I tried this, the capacitor makes little or no difference, and I have changed the power suply but this didn't imrpove matters. The power cable leads are coax and the shield is grounded, there is also Cu tape around them.

"The coax model that you show really isn't correct. The 50 Ohm Zo of coax comes from its inductance and capacitance per unit length. There is a small series resistance from the resistance of the wire, and a small parallel leakage conductance from dielectric loss."

OK, so the correct thing to model would be either the capacitor and inductor together, or the 50 Ohm resistor, but not both?

The orientation definatley effects the noise signal, i.e when I change the position of the cables cct or PSU the noise signal changes. Does this mean it's magnetic noise coupling?

Yes a DC battery solution would be nice, but unfortunatley I have to vary the voltage from around 0-30V in small increments (0.25V).

Thanks
G

Mentor
"The coax model that you show really isn't correct. The 50 Ohm Zo of coax comes from its inductance and capacitance per unit length. There is a small series resistance from the resistance of the wire, and a small parallel leakage conductance from dielectric loss."

OK, so the correct thing to model would be either the capacitor and inductor together, or the 50 Ohm resistor, but not both?

http://en.wikipedia.org/wiki/Transmission_line

You model your piece of coax as that kind of transmission line. If it's not very long, then just use the lumped values for R, L, and C (you can measure these with an impedance analyzer). If the coax is any significant fraction of a wavelength long at your signal frequencies, you will need to consider termination strategies. That is why your input signal may need to be buffered before being driven down the coax, depending on the output impedance of the sensor. I also did not understand when you said that this Zout was "negligible". Does that mean very low Zout? (In which case you can use a back-termination scheme) Or does that mean a very high Zout? (In which case you will need to use a preamp to drive the coax)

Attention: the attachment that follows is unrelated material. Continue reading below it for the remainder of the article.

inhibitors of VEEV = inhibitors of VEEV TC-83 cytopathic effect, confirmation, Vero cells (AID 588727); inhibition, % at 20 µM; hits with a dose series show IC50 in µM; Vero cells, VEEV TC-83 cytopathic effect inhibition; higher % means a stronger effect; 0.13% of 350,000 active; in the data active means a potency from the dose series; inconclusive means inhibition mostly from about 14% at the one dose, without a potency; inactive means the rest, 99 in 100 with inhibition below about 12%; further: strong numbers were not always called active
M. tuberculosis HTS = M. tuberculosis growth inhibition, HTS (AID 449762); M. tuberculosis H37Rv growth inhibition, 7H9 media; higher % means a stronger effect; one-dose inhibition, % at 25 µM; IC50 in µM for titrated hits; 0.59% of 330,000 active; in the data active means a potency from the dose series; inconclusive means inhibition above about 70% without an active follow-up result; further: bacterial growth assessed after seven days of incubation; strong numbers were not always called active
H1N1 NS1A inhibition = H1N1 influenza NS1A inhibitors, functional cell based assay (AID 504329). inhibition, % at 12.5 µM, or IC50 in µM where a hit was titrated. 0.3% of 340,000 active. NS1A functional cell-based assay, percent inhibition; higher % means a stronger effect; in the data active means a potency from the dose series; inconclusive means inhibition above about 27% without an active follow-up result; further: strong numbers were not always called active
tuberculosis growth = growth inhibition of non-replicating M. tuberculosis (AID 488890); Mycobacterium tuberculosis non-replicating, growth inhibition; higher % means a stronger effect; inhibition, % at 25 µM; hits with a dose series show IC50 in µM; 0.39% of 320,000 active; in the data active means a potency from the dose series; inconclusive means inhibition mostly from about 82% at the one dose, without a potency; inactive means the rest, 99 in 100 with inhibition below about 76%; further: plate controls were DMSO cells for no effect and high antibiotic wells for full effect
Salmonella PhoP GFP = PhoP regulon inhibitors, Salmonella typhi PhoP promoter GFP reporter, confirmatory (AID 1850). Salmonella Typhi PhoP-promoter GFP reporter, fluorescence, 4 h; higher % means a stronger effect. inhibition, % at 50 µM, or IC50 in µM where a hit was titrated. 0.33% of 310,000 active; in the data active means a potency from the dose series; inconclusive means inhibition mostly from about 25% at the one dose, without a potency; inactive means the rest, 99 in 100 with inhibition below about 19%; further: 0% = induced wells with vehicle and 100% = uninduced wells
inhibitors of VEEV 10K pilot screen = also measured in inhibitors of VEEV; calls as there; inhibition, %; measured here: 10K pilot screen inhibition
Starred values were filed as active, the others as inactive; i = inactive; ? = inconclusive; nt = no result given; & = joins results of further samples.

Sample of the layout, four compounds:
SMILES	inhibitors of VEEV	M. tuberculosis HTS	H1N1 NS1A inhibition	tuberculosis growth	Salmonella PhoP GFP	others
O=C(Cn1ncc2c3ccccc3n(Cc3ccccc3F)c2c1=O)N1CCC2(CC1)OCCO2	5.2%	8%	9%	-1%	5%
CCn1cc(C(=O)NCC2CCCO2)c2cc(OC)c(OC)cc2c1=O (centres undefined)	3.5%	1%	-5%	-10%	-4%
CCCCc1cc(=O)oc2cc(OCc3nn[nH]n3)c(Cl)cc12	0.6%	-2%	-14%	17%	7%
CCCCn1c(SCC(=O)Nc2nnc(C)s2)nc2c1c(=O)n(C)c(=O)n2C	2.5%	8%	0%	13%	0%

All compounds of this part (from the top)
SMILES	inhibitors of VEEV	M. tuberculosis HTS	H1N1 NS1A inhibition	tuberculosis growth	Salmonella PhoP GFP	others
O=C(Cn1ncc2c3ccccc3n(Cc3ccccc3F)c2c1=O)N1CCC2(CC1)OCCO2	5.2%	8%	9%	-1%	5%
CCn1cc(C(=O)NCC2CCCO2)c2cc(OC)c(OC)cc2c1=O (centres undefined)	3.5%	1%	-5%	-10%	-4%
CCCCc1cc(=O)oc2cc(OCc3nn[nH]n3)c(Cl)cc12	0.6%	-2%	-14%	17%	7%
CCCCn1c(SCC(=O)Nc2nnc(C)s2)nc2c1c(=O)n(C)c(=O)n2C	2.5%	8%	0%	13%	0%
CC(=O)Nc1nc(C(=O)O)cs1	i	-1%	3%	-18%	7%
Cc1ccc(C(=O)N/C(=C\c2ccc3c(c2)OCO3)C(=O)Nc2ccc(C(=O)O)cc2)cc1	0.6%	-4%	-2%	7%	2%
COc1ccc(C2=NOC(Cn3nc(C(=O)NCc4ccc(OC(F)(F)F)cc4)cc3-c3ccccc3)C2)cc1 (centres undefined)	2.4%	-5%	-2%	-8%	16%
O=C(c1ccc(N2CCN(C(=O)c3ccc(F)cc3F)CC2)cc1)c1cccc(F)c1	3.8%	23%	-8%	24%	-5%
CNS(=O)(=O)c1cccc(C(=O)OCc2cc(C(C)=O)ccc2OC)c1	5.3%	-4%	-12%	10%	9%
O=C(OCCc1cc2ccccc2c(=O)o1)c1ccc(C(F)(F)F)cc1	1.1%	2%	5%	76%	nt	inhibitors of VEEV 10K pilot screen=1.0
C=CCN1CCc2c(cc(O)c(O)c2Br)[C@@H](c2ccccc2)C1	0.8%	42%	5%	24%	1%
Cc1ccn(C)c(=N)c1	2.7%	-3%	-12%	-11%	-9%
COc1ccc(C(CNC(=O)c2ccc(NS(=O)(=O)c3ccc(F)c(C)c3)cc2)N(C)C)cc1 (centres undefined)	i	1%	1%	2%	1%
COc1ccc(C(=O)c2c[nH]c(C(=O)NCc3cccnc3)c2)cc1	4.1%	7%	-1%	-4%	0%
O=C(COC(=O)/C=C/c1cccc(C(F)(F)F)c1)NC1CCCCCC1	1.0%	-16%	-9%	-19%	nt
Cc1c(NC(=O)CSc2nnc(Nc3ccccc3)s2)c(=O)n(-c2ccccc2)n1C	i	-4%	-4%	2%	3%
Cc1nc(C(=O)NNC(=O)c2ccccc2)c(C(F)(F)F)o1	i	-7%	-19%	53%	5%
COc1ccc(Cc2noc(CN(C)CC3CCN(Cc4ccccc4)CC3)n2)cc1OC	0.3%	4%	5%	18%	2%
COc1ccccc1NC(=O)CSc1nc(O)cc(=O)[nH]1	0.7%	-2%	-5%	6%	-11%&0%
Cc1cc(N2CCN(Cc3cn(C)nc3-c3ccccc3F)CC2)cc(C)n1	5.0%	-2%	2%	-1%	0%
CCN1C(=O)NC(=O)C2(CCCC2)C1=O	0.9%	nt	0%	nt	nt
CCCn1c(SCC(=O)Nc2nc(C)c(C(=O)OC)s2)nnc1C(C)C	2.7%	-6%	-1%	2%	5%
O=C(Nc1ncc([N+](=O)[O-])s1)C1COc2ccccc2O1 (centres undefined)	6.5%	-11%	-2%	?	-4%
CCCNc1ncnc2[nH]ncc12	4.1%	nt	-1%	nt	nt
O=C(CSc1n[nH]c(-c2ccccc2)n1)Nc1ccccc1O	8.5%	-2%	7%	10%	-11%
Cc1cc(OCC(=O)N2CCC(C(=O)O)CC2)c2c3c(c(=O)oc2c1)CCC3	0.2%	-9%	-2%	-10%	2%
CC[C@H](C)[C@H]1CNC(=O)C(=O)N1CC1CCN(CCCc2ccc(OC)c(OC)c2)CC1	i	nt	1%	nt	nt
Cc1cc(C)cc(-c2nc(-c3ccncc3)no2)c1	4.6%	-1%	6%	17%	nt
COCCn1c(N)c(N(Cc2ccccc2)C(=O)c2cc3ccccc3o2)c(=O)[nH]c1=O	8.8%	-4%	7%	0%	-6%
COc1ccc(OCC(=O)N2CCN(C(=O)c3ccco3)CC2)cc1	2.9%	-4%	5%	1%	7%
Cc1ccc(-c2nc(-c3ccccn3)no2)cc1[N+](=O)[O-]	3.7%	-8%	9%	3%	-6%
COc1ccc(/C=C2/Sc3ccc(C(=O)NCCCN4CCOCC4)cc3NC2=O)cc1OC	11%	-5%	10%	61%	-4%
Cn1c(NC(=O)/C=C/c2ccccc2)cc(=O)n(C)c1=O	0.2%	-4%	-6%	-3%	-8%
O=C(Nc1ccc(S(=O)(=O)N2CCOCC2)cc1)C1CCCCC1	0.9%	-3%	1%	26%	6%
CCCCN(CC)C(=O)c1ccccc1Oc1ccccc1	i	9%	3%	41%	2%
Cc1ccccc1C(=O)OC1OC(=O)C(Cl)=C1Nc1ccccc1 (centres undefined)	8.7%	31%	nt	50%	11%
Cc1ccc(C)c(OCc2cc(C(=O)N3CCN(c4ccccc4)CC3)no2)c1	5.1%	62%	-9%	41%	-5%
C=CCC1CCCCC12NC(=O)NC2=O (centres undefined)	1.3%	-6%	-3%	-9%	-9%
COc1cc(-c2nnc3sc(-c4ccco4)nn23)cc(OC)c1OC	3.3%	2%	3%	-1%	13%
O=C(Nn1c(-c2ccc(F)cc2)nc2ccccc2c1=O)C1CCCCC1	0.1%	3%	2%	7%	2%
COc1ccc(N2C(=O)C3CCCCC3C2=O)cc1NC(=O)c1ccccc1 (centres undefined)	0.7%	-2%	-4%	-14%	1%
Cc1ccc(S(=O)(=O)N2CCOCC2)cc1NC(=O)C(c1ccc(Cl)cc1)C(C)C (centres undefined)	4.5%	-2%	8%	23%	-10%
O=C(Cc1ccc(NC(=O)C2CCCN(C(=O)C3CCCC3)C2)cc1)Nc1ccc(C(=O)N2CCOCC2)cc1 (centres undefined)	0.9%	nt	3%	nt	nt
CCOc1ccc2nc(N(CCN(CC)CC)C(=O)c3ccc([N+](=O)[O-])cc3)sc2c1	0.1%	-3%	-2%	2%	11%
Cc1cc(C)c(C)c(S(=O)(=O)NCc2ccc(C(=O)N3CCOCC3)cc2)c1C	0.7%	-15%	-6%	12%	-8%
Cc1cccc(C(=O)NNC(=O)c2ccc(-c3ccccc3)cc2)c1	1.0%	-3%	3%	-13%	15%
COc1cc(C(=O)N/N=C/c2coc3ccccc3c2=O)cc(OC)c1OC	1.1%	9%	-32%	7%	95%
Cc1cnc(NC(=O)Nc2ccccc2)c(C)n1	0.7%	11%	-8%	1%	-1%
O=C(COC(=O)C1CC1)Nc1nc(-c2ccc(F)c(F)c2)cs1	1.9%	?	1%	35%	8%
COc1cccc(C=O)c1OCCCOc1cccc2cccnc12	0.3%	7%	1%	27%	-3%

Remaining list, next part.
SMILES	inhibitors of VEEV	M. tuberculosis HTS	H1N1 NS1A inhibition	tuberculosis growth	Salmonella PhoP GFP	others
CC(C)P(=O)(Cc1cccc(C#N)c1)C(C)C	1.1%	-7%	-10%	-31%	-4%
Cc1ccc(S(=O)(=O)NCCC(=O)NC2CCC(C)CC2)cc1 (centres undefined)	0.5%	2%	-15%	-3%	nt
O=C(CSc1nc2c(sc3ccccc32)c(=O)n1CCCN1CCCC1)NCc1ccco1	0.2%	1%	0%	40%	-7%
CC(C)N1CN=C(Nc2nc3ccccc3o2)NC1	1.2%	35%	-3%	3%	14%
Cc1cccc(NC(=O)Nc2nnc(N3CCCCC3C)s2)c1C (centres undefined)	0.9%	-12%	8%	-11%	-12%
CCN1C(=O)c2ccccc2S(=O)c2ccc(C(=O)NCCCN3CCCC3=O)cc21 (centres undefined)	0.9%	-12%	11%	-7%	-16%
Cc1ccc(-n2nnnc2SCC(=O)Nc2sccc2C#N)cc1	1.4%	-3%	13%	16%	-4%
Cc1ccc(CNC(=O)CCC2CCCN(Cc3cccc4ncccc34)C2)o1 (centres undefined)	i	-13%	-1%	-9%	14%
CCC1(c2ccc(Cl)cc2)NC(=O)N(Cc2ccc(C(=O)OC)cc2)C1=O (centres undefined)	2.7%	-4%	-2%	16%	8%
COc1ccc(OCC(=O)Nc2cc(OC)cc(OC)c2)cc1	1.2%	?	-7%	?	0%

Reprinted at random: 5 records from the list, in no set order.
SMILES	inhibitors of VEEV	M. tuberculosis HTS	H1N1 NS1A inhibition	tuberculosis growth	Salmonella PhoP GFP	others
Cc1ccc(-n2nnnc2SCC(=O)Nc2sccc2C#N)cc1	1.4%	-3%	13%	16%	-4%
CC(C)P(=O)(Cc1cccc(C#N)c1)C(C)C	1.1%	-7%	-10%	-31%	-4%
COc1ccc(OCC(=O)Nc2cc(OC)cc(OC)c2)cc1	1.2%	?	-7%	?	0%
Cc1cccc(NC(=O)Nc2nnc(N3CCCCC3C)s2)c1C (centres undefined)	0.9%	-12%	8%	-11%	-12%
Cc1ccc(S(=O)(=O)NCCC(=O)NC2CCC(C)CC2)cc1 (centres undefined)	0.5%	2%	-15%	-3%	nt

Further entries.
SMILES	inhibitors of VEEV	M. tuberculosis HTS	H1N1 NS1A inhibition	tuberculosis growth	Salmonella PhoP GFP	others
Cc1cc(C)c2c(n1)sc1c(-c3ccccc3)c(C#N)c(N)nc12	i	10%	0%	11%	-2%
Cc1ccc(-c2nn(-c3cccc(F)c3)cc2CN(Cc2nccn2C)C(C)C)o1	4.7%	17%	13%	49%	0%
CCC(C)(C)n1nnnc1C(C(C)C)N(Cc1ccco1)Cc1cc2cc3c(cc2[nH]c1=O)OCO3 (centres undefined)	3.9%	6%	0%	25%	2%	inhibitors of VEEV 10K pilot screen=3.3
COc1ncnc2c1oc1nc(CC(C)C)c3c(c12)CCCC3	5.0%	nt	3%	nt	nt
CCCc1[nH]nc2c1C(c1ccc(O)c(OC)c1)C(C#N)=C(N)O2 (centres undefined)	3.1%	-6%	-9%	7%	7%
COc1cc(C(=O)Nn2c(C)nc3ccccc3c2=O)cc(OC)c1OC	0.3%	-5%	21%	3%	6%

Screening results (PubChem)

The orientation definatley effects the noise signal, i.e when I change the position of the cables cct or PSU the noise signal changes. Does this mean it's magnetic noise coupling?

If it's strictly orientation that changes the pickup, then yes, suspect B-field coupling. If changing the orientation also changes the parasitic capacitive coupling of the noise (between cables, for example), then the noise coupling can still be E-field in nature. One way to tell the difference is to take medium power inductor in the 1mH range that is made as an open slug, and hold it with your oscilloscope probe and ground clip. If you can see noise picked up by the slug, and that noise changes amplitude as you rotate the slug around in the air (especially if you can null out the noise at some orientation), the B-field noise is present.

deakie
your power supple must be one of two types...
type one being a switcher which is producing the higher frequency noise.
or type two being the old type transformer with bridge and transistor type.

waht's suggestion of sticking a cap across the power lead is good in that you smooth the ripples but if there is noise only on one line, you are going to get it on both...

berkemans suggestion is where i would have headed also...noise is a terrible thing and one way of defeating it after having done all the shielding reasonably possible is to go active and use a differential amplifier on the front end...the common mode should wipe the noise down a bit, allowing you to see more of your signal...

however, first port of call is to try berks idea of a passive rc filter to knock that noise...
you can either gauge your values to suit the noise and take it from the signal line to ground directly or gauge it to the signal frequencies and do a serial throughput on your signal line...

gareth

http://en.wikipedia.org/wiki/Transmission_line